Coding for accessibility can be challenging: Which assistive technologies should I consider? What is their support for specific coding patterns? Developers often add supplementary code to their projects to control the behaviour of assistive technologies like screen readers.
Eric Eggert shows how graceful degradation and progressive enhancement allow people to use their tools in a way they are comfortable with, while at the same time keeping your project’s code simple and easier to maintain.
This article examines the rationale for organizations to address accessibility. It includes tangible and intangible benefits and the risks of not addressing accessibility adequately. It explores how accessibility can:
In February 2019, WebAIM conducted an accessibility evaluation of the home pages for the top 1,000,000 web sites using the WAVE stand-alone API (with additional tools to collect site technology parameters). While this research focuses only on automatically detectable issues, the results paint a rather dismal picture of the current state of web accessibility for individuals with disabilities.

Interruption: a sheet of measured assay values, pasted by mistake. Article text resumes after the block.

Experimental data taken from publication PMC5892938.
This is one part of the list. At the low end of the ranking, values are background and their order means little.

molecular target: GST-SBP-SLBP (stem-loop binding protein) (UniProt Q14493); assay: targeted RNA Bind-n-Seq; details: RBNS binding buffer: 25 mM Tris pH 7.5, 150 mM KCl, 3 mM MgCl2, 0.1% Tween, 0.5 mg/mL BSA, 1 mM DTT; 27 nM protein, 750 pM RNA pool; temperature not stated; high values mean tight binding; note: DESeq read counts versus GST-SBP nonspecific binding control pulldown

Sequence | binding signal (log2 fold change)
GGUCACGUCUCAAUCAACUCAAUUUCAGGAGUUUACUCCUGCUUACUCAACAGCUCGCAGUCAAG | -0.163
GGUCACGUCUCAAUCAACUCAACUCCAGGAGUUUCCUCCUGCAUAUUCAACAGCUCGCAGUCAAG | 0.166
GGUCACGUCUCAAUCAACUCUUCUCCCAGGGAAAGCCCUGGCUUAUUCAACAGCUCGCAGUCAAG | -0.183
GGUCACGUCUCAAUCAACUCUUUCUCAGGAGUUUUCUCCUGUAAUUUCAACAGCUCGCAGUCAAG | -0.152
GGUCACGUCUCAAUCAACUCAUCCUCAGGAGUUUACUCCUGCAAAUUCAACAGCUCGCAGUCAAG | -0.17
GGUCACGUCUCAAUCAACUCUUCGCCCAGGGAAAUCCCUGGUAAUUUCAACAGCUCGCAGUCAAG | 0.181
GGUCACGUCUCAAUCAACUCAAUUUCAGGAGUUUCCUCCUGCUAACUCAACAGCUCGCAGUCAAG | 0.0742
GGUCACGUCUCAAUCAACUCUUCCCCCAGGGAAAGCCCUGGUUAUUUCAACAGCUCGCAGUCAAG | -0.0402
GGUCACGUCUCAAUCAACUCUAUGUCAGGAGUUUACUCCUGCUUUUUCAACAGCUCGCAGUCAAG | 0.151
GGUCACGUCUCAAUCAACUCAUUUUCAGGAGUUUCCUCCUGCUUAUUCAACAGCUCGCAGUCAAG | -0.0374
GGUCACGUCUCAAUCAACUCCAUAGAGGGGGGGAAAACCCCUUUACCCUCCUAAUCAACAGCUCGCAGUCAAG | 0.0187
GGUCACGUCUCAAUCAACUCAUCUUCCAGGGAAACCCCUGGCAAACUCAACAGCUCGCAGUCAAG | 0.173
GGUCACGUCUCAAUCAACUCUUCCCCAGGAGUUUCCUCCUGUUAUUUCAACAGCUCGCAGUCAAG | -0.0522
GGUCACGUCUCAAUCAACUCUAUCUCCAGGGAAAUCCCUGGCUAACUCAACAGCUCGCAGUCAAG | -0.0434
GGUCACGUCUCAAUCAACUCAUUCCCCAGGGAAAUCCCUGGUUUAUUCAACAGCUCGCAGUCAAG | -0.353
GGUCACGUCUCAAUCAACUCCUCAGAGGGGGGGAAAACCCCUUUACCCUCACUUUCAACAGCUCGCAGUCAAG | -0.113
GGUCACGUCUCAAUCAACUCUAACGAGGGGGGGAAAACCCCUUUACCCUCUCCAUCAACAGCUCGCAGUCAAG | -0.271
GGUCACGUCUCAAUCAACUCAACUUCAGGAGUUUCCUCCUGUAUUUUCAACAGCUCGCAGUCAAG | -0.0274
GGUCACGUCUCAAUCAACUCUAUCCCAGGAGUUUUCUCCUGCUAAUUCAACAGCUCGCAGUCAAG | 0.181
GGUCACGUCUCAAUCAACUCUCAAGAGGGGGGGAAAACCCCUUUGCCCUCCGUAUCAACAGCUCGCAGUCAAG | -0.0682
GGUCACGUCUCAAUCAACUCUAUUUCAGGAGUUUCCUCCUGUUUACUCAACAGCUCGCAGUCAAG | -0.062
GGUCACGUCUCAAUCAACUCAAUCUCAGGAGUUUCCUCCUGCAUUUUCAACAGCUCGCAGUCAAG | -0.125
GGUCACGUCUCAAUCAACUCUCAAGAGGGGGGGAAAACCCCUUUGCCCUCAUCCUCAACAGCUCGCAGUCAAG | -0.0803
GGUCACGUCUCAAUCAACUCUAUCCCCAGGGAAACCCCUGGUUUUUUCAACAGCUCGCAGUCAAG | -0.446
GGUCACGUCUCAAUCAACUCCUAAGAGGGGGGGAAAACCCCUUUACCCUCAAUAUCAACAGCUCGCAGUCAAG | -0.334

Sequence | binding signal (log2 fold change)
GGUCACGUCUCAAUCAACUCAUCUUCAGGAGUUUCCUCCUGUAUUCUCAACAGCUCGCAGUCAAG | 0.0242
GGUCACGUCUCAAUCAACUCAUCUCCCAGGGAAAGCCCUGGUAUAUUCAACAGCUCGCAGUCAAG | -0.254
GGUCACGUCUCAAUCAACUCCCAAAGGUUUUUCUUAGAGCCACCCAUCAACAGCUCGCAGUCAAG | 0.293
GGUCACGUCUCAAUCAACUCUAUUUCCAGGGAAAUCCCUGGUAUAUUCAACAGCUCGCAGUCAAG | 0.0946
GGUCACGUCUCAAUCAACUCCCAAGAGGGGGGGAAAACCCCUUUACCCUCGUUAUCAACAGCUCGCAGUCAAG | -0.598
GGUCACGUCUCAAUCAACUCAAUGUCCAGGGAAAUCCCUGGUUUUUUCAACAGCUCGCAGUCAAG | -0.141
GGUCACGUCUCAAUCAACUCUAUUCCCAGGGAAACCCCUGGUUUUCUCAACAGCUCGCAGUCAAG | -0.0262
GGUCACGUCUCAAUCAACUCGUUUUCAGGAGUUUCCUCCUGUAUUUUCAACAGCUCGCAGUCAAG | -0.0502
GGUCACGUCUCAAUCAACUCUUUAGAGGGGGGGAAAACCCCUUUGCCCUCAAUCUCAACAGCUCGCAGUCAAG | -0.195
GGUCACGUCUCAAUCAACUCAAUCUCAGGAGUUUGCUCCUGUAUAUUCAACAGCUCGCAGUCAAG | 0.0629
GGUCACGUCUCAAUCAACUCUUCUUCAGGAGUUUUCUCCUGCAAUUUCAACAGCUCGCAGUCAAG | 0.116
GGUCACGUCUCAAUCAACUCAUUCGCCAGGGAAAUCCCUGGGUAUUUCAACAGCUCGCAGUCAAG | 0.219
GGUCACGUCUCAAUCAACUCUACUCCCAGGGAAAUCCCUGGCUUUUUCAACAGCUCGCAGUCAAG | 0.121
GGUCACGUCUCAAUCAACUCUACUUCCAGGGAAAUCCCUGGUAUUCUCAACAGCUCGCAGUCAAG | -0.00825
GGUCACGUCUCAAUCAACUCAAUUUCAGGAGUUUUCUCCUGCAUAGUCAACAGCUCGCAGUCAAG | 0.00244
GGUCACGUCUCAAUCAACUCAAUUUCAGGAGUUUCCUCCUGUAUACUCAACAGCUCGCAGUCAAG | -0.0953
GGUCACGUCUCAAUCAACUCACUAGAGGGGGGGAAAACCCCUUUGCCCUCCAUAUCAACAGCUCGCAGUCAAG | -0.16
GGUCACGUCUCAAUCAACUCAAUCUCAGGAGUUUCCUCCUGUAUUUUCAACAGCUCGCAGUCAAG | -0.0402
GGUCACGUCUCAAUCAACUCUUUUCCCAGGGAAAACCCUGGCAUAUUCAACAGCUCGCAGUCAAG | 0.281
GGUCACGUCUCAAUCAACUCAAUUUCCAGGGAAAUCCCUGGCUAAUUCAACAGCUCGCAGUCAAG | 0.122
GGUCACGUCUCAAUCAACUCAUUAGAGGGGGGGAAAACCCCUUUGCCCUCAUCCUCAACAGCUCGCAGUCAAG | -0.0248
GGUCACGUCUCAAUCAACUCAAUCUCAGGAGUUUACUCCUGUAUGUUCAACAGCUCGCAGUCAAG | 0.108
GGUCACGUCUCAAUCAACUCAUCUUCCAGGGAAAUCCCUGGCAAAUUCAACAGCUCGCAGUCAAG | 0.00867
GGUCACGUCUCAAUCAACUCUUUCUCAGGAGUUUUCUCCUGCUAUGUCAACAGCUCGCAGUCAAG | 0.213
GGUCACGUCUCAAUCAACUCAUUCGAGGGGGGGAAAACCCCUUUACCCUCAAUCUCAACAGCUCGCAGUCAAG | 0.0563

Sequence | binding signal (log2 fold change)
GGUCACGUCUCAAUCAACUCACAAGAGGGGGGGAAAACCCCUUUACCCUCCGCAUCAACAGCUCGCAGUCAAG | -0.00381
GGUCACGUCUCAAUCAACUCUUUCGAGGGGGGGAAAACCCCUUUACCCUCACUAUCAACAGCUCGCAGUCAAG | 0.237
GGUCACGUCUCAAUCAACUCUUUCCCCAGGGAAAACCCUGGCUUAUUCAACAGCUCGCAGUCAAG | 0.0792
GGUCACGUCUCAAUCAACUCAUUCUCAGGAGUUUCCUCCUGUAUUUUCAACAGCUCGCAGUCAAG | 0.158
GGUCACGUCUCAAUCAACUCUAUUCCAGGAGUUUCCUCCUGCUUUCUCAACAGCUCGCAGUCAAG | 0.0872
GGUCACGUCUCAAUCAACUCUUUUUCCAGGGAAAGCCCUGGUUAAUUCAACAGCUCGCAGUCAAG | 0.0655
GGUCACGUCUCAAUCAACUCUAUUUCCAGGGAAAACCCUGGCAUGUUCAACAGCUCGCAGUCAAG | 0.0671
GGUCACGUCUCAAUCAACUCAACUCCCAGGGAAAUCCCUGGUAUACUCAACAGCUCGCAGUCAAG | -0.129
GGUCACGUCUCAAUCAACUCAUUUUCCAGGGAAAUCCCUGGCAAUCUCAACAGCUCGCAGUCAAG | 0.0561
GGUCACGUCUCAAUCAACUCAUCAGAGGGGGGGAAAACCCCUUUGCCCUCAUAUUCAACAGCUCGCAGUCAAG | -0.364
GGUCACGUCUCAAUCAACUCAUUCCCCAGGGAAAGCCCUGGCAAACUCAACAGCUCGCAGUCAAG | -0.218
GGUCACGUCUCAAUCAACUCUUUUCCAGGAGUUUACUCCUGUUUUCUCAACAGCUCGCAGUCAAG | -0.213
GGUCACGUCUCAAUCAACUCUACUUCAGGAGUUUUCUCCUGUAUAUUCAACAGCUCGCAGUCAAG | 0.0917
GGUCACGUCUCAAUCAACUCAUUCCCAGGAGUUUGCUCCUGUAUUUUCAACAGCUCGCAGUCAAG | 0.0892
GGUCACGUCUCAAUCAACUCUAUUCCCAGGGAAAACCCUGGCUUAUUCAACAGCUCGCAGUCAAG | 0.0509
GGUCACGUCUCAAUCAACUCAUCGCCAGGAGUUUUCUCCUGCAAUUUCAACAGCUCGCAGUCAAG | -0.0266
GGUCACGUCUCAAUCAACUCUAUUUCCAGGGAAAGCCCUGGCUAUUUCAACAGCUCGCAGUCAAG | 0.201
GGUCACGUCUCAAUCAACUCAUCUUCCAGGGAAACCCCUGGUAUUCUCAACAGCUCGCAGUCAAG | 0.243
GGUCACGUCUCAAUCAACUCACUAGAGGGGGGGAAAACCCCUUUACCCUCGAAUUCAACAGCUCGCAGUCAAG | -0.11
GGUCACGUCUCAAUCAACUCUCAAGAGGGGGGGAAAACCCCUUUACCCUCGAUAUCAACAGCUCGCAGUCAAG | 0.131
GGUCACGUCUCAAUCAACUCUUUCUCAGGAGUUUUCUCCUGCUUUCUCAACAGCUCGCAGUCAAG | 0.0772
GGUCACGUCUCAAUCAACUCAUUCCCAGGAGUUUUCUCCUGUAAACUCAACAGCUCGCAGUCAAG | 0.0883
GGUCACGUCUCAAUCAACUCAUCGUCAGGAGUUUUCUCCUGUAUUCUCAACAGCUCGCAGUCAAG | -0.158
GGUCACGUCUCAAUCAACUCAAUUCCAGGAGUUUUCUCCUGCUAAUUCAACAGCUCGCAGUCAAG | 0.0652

In September of 2017 Gerard K. Cohen of Unfettered Thoughts posted an article on the how VoiceOver and Safari (Webkit) (macOS and iOS) remove list element semantics when list-style: none is used. And it’s not just the use of list-style: none, but any CSS that would remove the bullet or number indicators of a list’s items will also remove the semantics.
Introduced as part of HTML5, the figure and figcaption elements are meant to create a meaningful markup structure that:
To get more specific, let’s look at these elements individually.
The latest and greatest Dragon Naturally Speaking (version 13) finally catches up, at least partially, with a critical web standard: WAI-ARIA.
Accessibility is more than just making things work in a screen reader. This talk discusses Windows High Contrast Mode’s capabilities and limitations, and how to best design and develop for it.